Marine Corps Systems Command announced it will buy 3,800 IMTVs in sizes small-short, medium-short and large-short this year.
“Based on our latest measurements of a large population set of the Marine Corps, we saw that additional sizes would benefit [smaller stature] Marines,” said Maj. James Pelland, Individual Armor Team lead. “If something is made to fit you better, you don’t have to expend extra energy struggling with it. Energy loss equates to fatigue, less functionality and less lethality. We believe in increasing Marine mobility and performance. That’s what we’re focused on.
Most Marines don’t wear the IMTV in the field. Most wear the plate carrier, which provides less protection, but is lighter, cooler and less restrictive, the Marine message admitted. However, the Corps hopes the additional sizes will encourage more Marines to wear the IMTV in combat.
Contrary to the Army’s efforts to design body armor for female soldiers, the Marine Corps officials said it was unnecessary to design female specific body armor.
Congress has disagreed. The chairman of the House Armed Services Committee wrote legislation into the latest defense budget ordering Defense Secretary Chuck Hagel to issue a report on the “department’s programs to develop and field individual equipment that is properly sized, weighted, and designed to accommodate its use by women across all of the military services.”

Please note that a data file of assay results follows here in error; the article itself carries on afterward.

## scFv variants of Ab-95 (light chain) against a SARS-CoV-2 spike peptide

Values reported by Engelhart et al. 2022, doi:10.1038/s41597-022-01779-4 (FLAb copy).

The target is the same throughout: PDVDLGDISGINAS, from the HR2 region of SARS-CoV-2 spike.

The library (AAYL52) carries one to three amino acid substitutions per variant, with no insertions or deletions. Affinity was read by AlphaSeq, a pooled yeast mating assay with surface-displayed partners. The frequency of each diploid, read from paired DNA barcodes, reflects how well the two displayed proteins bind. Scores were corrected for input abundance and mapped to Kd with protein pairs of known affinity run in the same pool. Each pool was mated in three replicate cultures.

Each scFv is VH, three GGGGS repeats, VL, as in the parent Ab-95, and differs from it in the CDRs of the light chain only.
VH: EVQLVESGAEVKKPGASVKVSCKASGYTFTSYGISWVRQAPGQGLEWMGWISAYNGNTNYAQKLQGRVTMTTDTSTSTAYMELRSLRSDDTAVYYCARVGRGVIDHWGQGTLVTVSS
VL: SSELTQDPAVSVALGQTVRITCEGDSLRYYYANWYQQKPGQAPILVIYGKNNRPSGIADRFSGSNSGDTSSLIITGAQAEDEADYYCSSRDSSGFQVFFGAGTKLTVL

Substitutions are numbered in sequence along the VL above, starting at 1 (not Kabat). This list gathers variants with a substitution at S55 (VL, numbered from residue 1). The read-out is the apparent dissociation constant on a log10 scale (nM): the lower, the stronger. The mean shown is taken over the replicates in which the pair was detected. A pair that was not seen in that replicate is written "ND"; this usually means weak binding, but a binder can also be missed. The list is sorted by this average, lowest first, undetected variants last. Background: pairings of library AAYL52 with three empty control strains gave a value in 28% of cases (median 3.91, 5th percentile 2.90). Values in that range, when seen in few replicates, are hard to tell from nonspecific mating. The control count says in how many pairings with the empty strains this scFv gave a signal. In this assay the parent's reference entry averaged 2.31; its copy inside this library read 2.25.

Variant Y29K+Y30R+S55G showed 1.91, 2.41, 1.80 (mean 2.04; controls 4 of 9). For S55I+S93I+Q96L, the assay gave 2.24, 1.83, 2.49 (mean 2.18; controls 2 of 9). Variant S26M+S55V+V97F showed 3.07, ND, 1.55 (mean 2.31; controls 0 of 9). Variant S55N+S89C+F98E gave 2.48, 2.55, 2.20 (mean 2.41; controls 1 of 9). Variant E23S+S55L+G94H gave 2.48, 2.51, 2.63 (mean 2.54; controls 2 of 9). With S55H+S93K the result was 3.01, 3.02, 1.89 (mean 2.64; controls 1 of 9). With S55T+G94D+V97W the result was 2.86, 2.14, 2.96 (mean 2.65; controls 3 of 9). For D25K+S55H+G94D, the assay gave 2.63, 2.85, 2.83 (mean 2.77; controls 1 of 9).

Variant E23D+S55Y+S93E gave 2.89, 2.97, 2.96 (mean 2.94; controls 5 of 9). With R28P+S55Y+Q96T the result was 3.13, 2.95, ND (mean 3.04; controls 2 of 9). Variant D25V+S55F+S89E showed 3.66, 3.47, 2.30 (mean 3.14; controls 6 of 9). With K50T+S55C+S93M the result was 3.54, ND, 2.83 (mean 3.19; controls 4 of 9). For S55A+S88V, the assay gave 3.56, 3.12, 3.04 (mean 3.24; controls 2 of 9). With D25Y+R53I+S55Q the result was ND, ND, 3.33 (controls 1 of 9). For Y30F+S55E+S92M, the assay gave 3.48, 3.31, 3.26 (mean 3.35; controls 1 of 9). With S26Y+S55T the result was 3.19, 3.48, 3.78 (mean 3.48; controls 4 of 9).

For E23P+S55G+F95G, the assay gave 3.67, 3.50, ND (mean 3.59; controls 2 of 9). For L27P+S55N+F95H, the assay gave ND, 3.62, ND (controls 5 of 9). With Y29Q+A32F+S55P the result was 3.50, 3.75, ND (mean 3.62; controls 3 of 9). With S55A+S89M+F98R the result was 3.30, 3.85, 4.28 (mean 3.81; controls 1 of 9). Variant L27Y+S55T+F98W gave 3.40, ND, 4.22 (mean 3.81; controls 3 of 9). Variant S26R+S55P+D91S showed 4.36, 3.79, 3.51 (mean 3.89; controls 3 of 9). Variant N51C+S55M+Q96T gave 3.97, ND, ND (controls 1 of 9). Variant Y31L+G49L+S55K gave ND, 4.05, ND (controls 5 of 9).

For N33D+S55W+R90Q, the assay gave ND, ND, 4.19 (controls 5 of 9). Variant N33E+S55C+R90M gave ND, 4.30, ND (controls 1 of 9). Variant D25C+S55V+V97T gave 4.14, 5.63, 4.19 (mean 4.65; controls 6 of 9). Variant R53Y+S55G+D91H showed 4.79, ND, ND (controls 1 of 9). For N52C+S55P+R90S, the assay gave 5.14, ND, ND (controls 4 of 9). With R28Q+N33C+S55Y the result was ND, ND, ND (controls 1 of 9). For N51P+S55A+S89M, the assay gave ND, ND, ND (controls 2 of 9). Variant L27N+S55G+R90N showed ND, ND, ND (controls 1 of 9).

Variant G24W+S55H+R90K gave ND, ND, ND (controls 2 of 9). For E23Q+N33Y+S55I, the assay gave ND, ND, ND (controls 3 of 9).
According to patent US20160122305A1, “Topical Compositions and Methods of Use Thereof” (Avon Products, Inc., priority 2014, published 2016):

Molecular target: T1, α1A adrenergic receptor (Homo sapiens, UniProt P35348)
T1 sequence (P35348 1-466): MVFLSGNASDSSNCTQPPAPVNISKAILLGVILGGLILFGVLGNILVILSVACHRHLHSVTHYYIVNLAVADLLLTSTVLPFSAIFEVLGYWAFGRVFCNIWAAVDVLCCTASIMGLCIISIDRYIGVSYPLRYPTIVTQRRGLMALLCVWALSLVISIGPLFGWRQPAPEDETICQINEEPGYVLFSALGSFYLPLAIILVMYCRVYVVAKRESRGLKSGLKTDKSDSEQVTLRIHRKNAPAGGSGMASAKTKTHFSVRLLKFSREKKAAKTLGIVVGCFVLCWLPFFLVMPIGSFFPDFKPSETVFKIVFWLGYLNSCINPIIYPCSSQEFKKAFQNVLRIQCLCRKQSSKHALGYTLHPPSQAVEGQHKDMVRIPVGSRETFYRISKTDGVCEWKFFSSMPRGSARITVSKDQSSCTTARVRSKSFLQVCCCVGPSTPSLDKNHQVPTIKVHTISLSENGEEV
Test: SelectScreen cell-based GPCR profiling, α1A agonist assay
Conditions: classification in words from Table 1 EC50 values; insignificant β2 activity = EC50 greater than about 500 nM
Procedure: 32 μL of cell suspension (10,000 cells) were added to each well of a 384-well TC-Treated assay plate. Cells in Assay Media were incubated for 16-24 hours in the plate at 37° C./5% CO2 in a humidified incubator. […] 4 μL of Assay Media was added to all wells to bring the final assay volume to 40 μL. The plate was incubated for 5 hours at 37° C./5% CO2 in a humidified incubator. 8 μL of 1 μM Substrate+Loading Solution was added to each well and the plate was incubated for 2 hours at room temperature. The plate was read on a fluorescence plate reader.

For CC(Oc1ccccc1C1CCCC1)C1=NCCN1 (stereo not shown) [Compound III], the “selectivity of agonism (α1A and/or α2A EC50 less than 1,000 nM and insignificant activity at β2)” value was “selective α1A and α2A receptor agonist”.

Marine officials said in the announcement that the smaller sized body armor was their answer to the call for female designed body armor.
“We didn’t stop there,” Pelland said in a statement. “We also conducted an attribute workshop with Marines at Camp Pendleton—including smaller stature male and female Marines. They confirmed what we thought—it wasn’t as much a male-female issue as a stature issue that’s related to the length of the torso.”
In the workshop, Marines also tried on four prototypes of the next generation body armor, the Modular Scalable Vest (MSV). The Marine Corps wants to reach a point that commanders can pick from a scalable vest that can be adapted to the combat situation, Marine officials said.
“So we set out about a year and half ago to develop a single modular, scalable vest that builds from the plate carrier all the way up to the IMTV,” Pelland said in the statment. “This gives commanders more choices in terms of armor protection levels to better adjust to the mission at hand.”
The Marine Corps hopes to field the MSV in two years. Officials hope to incorporate plates that are lighter, or of equal size, yet provide more protection. Marine Corps Systems Command also wants a quick release feature to allow Marines to shed their body armor and kit if the situation warrants.
Maybe most importantly, though, the body armor must be comfortable for the Marine, which may include even more sizes.
“Sizing and fit will be critical considerations for the MSV as well,” Pelland said. “It may mean developing new sizes for the vest and possibly the plates, but our overall goal is to size the MSV and its components in order to give Marines both the mobility and protection they need.”